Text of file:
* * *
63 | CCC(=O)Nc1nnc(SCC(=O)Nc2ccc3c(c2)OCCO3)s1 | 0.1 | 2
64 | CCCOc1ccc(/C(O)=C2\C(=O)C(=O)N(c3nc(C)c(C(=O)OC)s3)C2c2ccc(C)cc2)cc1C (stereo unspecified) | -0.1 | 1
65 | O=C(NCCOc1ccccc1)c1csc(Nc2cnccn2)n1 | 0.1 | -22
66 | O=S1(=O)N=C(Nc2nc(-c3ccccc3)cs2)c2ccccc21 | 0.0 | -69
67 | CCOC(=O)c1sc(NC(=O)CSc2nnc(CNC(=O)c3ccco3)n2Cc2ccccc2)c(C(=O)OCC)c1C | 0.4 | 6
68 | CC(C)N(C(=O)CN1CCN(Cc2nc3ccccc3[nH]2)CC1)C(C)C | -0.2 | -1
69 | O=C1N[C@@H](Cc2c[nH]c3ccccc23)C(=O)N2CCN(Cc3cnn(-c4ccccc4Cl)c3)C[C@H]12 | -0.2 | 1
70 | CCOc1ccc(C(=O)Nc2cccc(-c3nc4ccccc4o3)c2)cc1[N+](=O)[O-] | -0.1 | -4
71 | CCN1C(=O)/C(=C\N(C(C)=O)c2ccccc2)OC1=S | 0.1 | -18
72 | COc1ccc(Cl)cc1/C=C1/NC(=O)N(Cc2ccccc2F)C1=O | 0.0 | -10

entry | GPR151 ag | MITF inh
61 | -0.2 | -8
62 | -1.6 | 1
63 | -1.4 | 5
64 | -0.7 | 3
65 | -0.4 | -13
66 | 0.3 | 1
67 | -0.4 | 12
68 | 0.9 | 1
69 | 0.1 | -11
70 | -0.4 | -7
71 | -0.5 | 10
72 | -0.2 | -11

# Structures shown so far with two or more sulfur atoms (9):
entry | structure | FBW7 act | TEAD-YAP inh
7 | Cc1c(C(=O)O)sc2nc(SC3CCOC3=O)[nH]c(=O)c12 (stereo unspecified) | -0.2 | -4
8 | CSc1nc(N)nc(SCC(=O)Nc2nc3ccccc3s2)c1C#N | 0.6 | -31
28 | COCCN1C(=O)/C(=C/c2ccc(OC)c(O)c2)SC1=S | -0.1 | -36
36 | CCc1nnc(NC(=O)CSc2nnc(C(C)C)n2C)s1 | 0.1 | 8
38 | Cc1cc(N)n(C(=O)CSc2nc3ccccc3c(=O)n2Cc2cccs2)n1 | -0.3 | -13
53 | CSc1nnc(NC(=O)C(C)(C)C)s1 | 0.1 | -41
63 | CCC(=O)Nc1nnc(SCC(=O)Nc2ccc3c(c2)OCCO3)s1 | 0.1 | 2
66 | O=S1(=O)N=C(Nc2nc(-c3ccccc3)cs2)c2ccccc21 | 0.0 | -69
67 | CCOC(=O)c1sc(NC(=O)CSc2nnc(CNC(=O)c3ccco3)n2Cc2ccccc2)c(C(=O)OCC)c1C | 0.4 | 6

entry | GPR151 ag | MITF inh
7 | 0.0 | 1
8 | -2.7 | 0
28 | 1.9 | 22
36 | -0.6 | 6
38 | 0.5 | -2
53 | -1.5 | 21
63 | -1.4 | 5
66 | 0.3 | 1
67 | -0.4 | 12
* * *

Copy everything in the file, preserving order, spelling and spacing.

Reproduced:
63 | CCC(=O)Nc1nnc(SCC(=O)Nc2ccc3c(c2)OCCO3)s1 | 0.1 | 2
64 | CCCOc1ccc(/C(O)=C2\C(=O)C(=O)N(c3nc(C)c(C(=O)OC)s3)C2c2ccc(C)cc2)cc1C (stereo unspecified) | -0.1 | 1
65 | O=C(NCCOc1ccccc1)c1csc(Nc2cnccn2)n1 | 0.1 | -22
66 | O=S1(=O)N=C(Nc2nc(-c3ccccc3)cs2)c2ccccc21 | 0.0 | -69
67 | CCOC(=O)c1sc(NC(=O)CSc2nnc(CNC(=O)c3ccco3)n2Cc2ccccc2)c(C(=O)OCC)c1C | 0.4 | 6
68 | CC(C)N(C(=O)CN1CCN(Cc2nc3ccccc3[nH]2)CC1)C(C)C | -0.2 | -1
69 | O=C1N[C@@H](Cc2c[nH]c3ccccc23)C(=O)N2CCN(Cc3cnn(-c4ccccc4Cl)c3)C[C@H]12 | -0.2 | 1
70 | CCOc1ccc(C(=O)Nc2cccc(-c3nc4ccccc4o3)c2)cc1[N+](=O)[O-] | -0.1 | -4
71 | CCN1C(=O)/C(=C\N(C(C)=O)c2ccccc2)OC1=S | 0.1 | -18
72 | COc1ccc(Cl)cc1/C=C1/NC(=O)N(Cc2ccccc2F)C1=O | 0.0 | -10

entry | GPR151 ag | MITF inh
61 | -0.2 | -8
62 | -1.6 | 1
63 | -1.4 | 5
64 | -0.7 | 3
65 | -0.4 | -13
66 | 0.3 | 1
67 | -0.4 | 12
68 | 0.9 | 1
69 | 0.1 | -11
70 | -0.4 | -7
71 | -0.5 | 10
72 | -0.2 | -11

# Structures shown so far with two or more sulfur atoms (9):
entry | structure | FBW7 act | TEAD-YAP inh
7 | Cc1c(C(=O)O)sc2nc(SC3CCOC3=O)[nH]c(=O)c12 (stereo unspecified) | -0.2 | -4
8 | CSc1nc(N)nc(SCC(=O)Nc2nc3ccccc3s2)c1C#N | 0.6 | -31
28 | COCCN1C(=O)/C(=C/c2ccc(OC)c(O)c2)SC1=S | -0.1 | -36
36 | CCc1nnc(NC(=O)CSc2nnc(C(C)C)n2C)s1 | 0.1 | 8
38 | Cc1cc(N)n(C(=O)CSc2nc3ccccc3c(=O)n2Cc2cccs2)n1 | -0.3 | -13
53 | CSc1nnc(NC(=O)C(C)(C)C)s1 | 0.1 | -41
63 | CCC(=O)Nc1nnc(SCC(=O)Nc2ccc3c(c2)OCCO3)s1 | 0.1 | 2
66 | O=S1(=O)N=C(Nc2nc(-c3ccccc3)cs2)c2ccccc21 | 0.0 | -69
67 | CCOC(=O)c1sc(NC(=O)CSc2nnc(CNC(=O)c3ccco3)n2Cc2ccccc2)c(C(=O)OCC)c1C | 0.4 | 6

entry | GPR151 ag | MITF inh
7 | 0.0 | 1
8 | -2.7 | 0
28 | 1.9 | 22
36 | -0.6 | 6
38 | 0.5 | -2
53 | -1.5 | 21
63 | -1.4 | 5
66 | 0.3 | 1
67 | -0.4 | 12